1. You never know what psychopaths look like. They can look like you or I [me].

It’s a standard rule of grammar that a noun phrase or personal pronoun following a preposition or verb is considered the object of that preposition

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Wednesday, February 1, 2012

Food isn’t Just for Eating

By Richard Firsten
Retired ESOL Teacher, Teacher-Trainer, Columnist, Author

If you’re like I was in the classroom, you’re always looking for fun ways to teach something about English that your students need to recognize, understand, and internalize if they’re to master the language one of these fine days. It doesn’t matter if you’re teaching elementary school kids or adults; everybody wants to have fun while learning, just as we teachers want to have fun while teaching.

So let’s take a look at one of the most daunting items of English, the prepositions. “Oh, no! Not those!” you say with a shudder. “Anything but prepositions!” Yes, I know how confusing they can be and how exacting they can be.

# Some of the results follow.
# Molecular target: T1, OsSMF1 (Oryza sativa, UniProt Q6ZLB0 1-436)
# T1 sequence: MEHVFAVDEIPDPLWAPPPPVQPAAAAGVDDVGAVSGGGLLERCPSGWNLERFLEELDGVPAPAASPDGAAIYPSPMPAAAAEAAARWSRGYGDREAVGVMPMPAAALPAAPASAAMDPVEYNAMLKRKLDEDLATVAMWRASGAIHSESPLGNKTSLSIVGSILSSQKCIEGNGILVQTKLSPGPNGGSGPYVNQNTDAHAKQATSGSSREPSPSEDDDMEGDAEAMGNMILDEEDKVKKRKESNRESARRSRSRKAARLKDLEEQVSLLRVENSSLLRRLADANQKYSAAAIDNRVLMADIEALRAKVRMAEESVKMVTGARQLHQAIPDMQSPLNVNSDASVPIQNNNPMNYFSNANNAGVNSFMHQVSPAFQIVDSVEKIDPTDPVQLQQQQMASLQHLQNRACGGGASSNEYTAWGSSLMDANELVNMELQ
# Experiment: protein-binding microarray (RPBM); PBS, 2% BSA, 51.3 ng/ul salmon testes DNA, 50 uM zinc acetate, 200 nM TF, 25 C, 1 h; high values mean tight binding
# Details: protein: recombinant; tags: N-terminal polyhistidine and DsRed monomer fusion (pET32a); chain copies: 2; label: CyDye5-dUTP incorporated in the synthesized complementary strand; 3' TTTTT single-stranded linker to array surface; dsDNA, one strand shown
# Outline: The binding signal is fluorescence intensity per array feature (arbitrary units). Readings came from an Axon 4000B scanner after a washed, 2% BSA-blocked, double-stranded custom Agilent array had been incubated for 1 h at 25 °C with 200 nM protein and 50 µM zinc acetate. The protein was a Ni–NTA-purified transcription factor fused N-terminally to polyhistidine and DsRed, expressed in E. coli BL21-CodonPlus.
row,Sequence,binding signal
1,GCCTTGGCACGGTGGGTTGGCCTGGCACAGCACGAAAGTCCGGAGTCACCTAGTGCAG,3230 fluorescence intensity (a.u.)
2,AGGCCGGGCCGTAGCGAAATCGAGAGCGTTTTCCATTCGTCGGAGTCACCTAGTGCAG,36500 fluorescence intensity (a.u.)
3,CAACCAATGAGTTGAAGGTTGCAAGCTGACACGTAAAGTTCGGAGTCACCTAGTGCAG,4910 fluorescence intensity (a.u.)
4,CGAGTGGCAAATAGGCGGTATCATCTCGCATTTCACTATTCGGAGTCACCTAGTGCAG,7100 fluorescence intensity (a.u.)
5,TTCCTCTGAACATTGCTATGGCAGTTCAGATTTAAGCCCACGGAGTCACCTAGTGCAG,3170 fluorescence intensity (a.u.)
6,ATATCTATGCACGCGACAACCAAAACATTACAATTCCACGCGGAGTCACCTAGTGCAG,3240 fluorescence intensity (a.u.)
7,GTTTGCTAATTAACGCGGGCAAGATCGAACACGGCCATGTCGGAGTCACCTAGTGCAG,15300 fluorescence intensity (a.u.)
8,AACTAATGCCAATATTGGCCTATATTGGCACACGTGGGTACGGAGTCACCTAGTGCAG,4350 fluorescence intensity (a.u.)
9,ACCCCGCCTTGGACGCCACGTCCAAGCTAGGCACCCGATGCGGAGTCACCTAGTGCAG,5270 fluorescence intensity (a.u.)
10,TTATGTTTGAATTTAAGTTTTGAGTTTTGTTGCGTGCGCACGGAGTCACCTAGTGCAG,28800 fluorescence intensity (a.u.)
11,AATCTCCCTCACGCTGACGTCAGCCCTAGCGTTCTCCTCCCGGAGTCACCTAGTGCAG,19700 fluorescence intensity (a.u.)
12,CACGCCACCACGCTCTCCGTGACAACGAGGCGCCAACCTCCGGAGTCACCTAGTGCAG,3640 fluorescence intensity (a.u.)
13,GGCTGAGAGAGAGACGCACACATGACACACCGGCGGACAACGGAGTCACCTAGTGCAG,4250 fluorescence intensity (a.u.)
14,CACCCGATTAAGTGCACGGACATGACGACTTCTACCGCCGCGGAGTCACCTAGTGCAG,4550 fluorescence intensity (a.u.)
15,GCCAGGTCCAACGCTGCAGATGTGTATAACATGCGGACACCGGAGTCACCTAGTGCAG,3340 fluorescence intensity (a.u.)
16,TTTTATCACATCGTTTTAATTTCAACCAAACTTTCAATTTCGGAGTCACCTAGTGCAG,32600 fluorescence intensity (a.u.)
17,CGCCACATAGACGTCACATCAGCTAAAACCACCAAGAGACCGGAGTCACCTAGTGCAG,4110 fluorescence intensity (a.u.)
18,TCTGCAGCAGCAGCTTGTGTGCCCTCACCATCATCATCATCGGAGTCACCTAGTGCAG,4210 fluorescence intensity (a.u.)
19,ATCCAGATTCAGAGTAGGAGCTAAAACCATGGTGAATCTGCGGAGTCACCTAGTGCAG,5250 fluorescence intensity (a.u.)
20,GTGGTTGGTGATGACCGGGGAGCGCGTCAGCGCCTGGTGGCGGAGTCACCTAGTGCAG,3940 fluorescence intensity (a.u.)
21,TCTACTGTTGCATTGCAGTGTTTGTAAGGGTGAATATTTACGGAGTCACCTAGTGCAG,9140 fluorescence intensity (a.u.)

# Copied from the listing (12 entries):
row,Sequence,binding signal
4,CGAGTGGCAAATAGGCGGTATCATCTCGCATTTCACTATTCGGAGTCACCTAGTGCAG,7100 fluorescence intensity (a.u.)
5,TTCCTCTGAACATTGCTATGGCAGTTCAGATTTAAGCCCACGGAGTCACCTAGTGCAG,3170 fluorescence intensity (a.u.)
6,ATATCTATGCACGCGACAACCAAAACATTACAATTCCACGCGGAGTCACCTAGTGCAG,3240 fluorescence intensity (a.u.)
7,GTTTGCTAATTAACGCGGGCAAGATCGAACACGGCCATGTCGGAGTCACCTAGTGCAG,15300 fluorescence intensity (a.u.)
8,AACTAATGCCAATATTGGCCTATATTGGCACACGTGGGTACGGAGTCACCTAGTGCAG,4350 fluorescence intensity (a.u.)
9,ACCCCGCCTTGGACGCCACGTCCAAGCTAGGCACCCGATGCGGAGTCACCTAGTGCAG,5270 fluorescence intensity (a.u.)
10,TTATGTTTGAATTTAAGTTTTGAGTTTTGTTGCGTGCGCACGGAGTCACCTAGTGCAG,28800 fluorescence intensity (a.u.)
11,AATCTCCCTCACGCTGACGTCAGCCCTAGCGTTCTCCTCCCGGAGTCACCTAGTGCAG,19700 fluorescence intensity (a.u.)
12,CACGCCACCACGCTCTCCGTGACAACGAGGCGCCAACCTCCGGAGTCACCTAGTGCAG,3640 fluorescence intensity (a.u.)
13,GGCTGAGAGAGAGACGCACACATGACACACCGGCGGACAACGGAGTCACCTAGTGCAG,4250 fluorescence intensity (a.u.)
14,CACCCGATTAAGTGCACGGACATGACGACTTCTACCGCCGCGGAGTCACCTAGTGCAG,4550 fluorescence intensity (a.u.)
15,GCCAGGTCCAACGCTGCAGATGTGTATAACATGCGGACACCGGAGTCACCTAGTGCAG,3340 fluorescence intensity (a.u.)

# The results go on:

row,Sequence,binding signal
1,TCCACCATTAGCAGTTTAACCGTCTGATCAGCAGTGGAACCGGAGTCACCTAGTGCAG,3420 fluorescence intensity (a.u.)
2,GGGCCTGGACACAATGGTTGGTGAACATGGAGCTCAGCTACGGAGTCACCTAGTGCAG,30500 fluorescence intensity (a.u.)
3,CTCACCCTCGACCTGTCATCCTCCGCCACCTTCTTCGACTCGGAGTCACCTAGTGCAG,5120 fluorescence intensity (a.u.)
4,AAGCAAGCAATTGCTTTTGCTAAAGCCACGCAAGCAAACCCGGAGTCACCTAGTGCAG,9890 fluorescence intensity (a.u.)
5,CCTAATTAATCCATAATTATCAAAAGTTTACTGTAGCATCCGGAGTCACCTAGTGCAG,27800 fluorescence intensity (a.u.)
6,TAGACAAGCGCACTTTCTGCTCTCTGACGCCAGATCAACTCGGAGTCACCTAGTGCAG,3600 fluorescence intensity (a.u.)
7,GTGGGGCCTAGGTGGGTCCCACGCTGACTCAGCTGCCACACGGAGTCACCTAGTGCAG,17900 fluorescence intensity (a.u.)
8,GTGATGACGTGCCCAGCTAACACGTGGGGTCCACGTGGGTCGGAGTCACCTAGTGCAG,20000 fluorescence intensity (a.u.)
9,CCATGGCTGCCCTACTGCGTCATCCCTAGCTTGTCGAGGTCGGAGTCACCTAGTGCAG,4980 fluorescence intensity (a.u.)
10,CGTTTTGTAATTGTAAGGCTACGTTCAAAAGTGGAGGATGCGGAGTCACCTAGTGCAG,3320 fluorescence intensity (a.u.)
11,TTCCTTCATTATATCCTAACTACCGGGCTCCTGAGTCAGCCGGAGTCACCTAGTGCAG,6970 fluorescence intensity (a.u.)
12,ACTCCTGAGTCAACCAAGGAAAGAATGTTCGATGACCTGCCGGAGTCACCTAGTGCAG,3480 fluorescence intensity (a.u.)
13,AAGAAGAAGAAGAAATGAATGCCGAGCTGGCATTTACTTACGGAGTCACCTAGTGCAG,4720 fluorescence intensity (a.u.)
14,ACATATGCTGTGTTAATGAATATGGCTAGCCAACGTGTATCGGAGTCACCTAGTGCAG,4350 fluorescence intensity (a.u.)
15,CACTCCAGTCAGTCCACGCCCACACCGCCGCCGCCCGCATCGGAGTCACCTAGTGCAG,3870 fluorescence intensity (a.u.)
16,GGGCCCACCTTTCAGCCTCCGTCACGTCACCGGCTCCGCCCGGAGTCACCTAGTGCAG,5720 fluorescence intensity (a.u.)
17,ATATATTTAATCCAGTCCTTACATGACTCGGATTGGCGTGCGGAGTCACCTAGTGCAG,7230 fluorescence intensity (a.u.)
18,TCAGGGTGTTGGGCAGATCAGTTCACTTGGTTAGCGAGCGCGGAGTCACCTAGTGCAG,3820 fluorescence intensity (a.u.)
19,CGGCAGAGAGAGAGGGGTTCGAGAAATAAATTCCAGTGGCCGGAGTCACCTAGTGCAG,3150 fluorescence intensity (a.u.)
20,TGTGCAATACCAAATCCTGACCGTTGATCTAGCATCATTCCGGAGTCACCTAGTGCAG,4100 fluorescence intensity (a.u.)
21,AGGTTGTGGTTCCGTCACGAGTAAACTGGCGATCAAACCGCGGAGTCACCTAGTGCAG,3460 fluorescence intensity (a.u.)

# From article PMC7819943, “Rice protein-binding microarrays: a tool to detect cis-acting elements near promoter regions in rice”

Well, I’m here to tell you that there are indeed fun ways to introduce, demonstrate, and successfully teach English prepositions. The way I used to enjoy the most was teaching those little bugaboos with hands-on activities, one of which was preparing food. Sounds weird, eh? Well, not so weird. For the following lesson, the prepositions that I’m going to target are at, down, in, into, off, on top of, over, to, under, and up.

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Wednesday, January 25, 2012

A Spoonful of Sugar Helps the Medicine Go Down

By Tamara Jones